Archive for the ‘Pet Theories’ Category

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Canadian Banks, Something to be proud of.

March 22, 2009

I had been thinking about this a lot recently.  Some of the more right wing people I read from the States have been arguing that this crisis does not mean that the markets need to be regulated.  While I have tended to agree with this I’ve often wondered about what regulations mean.  Then I read this article from the Globe and Mail and could not help but think maybe I’m wrong.

Former central bank governor David Dodge agrees. Canadian bank executives keenly remember that period, “and there was therefore perhaps a degree of prudence, a lack of aggressiveness, in comparison with major banks around the world,” he said.

And he gives top marks to the Office of the Superintendent of Financial Institutions, Canada’s banking regulator, for being more conservative than those in the U.S. or Britain. “I think that, from a regulatory point of view, you can say that the Canadian banks were more appropriately regulated.” (Emphasis mine)

The idea of the free market only really makes sense if you do not have powerhouses, like the American banks, that can manipulate the system.  When it comes to corporations or the Government having controls I’ll choose the Government; at least when they screw up the little guys can fire them.

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Torture, Ethics, and God

February 24, 2009

I haven’t had much time to blog, I’m on reading week, which is attempting to live up to its name.   I’ve finally gotten around to answering my good friend Matt’s (who should blog) response to my thought’s on torture.  I meant to keep it short but it kind of exploded.  You can read and add to the discussion here.

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Some thoughts on Prison.

November 14, 2008

Michael Santos has an incredible story.  In the Forbes special edition on power he tells his story of power in prison.  He talks about developing a long term vision for reintegration into society (he was senteced to 46 years in 1987, he has earned an “early” release in 2013 through good behavior, read his story and you’ll see just how good).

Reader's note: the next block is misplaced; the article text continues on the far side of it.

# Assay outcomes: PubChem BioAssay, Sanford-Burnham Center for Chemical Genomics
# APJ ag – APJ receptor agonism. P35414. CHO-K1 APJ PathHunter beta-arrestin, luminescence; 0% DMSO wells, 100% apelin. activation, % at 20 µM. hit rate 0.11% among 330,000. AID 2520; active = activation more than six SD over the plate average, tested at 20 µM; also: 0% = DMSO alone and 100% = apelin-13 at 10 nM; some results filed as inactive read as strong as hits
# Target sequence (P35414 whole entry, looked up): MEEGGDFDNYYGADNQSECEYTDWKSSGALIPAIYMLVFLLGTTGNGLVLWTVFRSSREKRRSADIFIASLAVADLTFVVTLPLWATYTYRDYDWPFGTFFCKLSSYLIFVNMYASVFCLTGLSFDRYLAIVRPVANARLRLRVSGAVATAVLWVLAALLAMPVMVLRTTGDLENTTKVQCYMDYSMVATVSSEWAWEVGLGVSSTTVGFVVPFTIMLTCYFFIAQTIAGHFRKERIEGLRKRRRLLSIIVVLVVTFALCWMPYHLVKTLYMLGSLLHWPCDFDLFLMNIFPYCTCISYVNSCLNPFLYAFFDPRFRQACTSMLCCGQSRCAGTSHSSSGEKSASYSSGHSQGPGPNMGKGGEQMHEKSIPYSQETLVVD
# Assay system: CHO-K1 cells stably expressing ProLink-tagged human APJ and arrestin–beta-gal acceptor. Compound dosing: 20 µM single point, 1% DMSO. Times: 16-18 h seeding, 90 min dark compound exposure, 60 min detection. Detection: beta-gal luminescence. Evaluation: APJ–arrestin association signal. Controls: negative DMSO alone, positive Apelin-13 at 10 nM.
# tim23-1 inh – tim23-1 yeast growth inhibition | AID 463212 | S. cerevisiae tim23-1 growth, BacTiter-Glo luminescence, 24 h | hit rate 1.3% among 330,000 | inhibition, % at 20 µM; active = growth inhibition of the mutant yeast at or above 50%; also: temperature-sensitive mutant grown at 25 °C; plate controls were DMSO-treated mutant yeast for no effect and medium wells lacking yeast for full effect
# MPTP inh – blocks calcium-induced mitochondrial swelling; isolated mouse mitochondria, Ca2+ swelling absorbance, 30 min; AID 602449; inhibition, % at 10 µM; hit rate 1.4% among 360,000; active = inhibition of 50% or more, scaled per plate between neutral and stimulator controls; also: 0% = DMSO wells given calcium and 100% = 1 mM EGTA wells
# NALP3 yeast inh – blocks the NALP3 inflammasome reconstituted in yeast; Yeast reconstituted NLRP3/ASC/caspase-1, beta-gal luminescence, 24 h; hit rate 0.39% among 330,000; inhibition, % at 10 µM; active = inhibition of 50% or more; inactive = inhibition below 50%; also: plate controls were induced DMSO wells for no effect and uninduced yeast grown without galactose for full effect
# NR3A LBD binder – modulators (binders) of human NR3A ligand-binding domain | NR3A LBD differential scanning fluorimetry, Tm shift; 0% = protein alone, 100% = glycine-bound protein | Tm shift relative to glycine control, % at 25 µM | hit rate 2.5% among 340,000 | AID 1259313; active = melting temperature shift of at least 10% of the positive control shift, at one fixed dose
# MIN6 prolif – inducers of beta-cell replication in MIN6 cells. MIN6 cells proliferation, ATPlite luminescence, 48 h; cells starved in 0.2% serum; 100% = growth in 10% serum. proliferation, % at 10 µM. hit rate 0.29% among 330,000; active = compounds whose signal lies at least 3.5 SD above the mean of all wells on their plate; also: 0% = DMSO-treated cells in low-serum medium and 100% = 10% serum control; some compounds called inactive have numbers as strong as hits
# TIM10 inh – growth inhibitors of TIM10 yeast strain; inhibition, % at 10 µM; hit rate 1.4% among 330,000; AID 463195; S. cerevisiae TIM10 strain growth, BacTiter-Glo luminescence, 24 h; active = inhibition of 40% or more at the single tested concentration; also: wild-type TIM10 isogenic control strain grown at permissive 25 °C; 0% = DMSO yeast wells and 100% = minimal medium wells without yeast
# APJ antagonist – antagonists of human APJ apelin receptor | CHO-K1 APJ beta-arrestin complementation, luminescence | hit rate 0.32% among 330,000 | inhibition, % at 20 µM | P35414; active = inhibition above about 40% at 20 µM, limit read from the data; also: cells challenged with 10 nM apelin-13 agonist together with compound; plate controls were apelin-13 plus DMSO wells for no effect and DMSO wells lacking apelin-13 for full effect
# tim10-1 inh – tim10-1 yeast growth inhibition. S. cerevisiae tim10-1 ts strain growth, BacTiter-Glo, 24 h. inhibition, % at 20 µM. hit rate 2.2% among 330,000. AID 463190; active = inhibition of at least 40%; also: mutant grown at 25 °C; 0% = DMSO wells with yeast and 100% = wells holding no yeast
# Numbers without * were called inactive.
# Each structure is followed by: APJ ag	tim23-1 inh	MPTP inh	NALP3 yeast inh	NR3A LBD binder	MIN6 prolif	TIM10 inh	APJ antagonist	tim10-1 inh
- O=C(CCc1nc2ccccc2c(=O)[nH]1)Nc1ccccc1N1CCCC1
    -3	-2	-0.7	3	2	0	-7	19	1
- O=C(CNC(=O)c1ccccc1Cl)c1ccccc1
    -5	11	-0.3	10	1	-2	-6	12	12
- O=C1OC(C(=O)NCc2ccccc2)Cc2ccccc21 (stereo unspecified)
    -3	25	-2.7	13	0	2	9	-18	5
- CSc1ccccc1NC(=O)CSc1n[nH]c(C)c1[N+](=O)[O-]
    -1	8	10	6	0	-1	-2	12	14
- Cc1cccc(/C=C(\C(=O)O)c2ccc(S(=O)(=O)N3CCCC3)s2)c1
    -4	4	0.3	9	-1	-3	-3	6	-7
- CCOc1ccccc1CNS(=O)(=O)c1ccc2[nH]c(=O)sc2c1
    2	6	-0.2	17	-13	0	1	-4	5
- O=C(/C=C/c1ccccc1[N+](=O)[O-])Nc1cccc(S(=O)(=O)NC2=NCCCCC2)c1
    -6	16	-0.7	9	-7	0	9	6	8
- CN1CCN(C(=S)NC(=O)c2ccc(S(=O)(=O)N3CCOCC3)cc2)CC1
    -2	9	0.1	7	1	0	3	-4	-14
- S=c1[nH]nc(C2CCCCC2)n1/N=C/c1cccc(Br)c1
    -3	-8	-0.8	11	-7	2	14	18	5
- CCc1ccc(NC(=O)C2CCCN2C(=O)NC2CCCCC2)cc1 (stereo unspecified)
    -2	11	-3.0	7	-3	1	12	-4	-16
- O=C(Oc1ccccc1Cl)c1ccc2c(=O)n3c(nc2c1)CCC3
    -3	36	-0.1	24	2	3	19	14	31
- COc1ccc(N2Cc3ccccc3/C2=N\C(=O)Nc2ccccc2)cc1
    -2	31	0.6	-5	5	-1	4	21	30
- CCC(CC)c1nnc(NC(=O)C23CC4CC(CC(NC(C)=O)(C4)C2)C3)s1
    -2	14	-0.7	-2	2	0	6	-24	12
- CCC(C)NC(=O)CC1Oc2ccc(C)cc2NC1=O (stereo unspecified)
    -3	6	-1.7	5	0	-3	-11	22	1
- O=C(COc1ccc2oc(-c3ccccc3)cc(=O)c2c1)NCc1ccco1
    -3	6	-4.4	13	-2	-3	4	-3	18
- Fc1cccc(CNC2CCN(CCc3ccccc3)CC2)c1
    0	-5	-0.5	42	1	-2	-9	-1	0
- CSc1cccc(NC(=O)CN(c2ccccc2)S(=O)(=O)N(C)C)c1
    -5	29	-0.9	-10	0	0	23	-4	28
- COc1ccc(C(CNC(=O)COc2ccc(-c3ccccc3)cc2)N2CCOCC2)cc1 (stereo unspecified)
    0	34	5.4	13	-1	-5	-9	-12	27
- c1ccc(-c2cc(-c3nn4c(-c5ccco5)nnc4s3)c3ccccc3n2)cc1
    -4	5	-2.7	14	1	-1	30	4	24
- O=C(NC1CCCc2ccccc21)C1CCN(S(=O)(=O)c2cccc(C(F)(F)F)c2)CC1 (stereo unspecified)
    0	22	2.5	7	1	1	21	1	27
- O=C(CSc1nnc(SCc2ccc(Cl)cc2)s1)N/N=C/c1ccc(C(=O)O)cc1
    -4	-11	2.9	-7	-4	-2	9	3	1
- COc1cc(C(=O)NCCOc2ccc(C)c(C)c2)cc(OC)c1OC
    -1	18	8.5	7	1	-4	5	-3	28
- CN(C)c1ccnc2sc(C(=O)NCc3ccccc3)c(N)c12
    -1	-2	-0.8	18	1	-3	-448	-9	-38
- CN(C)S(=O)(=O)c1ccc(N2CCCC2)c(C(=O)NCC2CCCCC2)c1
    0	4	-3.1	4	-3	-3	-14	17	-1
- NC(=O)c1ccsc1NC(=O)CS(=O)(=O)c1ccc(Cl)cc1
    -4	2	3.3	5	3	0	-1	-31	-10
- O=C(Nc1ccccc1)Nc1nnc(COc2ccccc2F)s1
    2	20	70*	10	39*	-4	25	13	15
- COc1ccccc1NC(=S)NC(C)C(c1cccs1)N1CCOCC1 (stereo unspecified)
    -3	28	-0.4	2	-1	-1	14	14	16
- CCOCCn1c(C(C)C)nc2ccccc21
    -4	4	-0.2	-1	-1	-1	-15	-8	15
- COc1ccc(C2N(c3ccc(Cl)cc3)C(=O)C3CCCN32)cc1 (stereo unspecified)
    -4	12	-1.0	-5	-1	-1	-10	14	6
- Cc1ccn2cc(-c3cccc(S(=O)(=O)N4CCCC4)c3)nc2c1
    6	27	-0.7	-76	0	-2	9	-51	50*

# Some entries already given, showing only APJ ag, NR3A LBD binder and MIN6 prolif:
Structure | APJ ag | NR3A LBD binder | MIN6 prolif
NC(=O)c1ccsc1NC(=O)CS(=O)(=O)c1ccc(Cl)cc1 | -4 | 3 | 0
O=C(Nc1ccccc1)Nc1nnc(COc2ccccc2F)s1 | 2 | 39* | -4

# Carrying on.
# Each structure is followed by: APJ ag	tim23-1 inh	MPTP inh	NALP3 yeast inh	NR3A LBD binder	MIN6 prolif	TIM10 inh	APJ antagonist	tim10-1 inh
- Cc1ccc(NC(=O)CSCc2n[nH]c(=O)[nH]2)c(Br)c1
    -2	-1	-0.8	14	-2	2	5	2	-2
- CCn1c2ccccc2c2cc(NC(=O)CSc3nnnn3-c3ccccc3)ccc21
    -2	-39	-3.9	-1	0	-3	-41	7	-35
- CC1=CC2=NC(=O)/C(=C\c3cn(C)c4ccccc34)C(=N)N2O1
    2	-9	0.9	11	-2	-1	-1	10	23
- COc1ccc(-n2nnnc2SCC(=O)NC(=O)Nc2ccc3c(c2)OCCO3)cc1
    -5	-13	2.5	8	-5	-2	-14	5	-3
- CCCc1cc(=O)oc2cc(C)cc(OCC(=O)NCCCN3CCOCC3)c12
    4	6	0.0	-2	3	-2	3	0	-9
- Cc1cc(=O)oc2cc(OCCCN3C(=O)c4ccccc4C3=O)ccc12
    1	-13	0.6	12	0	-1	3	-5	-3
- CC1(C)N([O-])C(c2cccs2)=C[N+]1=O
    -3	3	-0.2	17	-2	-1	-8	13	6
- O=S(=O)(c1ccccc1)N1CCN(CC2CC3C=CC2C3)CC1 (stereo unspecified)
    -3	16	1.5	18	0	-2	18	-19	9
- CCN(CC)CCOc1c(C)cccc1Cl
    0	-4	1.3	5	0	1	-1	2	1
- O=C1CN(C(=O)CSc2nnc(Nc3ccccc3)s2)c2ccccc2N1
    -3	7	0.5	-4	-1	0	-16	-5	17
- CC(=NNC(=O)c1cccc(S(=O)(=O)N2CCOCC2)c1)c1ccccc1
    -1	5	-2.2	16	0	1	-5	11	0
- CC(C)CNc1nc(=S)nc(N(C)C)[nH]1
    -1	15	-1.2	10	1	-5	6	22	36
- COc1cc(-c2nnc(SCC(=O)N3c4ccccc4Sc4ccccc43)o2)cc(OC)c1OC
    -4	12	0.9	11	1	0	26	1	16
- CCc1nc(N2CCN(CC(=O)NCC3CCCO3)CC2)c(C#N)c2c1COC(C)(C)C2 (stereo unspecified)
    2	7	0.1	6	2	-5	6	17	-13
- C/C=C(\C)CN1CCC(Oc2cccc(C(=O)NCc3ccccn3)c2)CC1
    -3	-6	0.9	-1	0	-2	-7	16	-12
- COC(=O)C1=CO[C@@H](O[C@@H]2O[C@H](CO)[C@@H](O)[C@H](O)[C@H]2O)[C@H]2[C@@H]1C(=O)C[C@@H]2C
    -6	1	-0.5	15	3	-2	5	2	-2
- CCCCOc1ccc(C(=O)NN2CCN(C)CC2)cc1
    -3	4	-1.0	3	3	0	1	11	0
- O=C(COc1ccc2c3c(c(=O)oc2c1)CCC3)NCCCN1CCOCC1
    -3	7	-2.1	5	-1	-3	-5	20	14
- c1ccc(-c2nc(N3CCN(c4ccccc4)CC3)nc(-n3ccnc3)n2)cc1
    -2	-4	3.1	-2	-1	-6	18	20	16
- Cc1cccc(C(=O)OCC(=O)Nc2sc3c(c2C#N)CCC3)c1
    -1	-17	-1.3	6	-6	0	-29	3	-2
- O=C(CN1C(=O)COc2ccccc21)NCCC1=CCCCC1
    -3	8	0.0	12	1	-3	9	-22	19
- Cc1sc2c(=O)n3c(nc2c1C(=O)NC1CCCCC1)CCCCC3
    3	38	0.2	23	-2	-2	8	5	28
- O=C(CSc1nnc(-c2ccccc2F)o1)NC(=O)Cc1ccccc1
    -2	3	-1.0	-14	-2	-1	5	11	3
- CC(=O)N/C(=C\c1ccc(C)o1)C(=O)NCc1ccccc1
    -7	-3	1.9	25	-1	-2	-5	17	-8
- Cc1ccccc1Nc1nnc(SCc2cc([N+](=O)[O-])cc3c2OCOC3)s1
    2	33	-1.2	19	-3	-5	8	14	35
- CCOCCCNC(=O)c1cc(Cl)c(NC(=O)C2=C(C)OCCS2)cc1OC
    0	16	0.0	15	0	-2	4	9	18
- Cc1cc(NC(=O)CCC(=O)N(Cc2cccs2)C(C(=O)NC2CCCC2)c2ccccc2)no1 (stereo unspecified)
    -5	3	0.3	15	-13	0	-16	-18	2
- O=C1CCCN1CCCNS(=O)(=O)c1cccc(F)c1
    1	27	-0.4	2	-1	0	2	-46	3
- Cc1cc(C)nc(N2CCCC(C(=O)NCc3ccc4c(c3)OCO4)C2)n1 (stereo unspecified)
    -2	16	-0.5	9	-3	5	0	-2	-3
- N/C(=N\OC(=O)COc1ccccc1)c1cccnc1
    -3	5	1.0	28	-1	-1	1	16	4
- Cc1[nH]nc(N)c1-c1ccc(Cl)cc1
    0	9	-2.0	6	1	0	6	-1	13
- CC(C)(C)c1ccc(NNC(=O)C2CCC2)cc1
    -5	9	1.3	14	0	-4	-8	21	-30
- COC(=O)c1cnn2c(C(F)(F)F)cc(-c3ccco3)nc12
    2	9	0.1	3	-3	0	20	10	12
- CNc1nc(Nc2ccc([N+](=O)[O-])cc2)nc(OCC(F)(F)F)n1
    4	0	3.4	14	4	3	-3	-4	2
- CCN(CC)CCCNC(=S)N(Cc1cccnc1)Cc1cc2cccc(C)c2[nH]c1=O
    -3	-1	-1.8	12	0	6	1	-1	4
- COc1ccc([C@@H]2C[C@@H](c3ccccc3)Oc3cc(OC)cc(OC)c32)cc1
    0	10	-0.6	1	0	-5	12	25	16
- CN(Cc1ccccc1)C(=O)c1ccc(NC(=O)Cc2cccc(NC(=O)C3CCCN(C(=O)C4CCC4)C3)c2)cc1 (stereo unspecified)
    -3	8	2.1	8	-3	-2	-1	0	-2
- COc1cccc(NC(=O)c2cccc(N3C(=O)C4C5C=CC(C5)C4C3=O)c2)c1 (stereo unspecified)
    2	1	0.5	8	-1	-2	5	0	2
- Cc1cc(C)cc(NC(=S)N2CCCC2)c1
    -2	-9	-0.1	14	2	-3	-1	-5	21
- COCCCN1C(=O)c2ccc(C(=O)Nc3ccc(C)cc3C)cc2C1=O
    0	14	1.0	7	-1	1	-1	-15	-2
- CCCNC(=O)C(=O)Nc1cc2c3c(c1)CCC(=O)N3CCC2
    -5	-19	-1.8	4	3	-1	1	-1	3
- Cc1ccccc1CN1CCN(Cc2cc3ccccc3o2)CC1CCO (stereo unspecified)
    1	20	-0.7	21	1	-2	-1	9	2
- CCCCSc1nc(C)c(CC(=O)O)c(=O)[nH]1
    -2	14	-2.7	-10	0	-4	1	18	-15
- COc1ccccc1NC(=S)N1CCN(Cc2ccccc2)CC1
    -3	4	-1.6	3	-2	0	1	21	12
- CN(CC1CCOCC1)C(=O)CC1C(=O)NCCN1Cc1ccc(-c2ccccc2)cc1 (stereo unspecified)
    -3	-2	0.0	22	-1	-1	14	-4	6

He also talks about the failures of the prison system in the U.S.  While we in Canada are slightly better the idea of prison is the same no matter what country you are in.

In prison, preservation of the institution trumps the needs of the individual. Unlike any other place in America I know, prison administrators rely on the threat of punishment and coercion rather than the promise of incentives to manage inmates. People who seek power inside prison walls learn to manipulate this environment. Yet as recidivism rates show, those who learn to live in prison simultaneously learn to fail in society.

I’ve often wondered about this.  Prison is punishment, not rehabilitation.  Psychopaths,those who even now psychologists have no idea how to rehabilitate, should be imprisoned, not for punishment (which doesn’t work with them) but for the safety of the wider society.  However, what about those who can be rehabilitated?  I’ll be looking further into Michael Santos’ story.  It seems a shame though that he had to work against the system to rehabilitate himself.  Could his story be used as a model to help prisoner’s reintegrate?  I’ll have more on this in the coming months.


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Big Brother Strikes Again.

February 26, 2008

And he strikes on the World of Warcraft. It appears that when terrorists have finished planning their next strike, or narrowly escaped being hit by a cruise missile, they unwind by playing MMORPGs*. These terrorists, while playing these games, discuss their crucial and sensitive plans for world domination chaos. This is why the U.S. Government needs to watch and track these games to ensure public safety.

Or maybe it’s just easier to keep tabs on citizens and youth.

Not that I’m a paranoid conspiracy theorist or anything.*

*Massive Multiplayer Online Role Playing Games

*For the record, I don’t play these games.  I now have yet another reason not to.

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Two Wrongs…

February 16, 2008

… don’t make a right.  But enough wrongs can confuse anybody as to whether right ever was.

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Unchallenged Thought

February 11, 2008

Thinking is only thinking if it’s challenged, only then is it a verb.  Unchallenged thinking is only a thought and that, left unchallenged, is prejudice.  If you enter a conversation and there is no chance of anyone changing their perspectives it is a pointless exercise.

Where is this coming from?  Over the past few days I’ve had the opportunity, at this blog and elsewhere to witness people unwilling to accept challenges to their preconceived notions.   This frustrates me.  I’ve spent the majority of my life, with the exception of two years, in an environment that is antithetical to most of what I believe.  If you’re a Christian going through public education or university you are in an environment that at best tolerates you for your aberrant beliefs and at worst openly mocks what you believe.

Before you dismiss me and what I believe as stupid perhaps you should consider whether or not any of your perceptions of the world have ever faced serious or constant challenge.  Contrary to popular belief, you can move through life as an atheist or agnostic and never be seriously challenged intellectually.  It requires thinking to actually believe something.  Otherwise, it’s only a thought.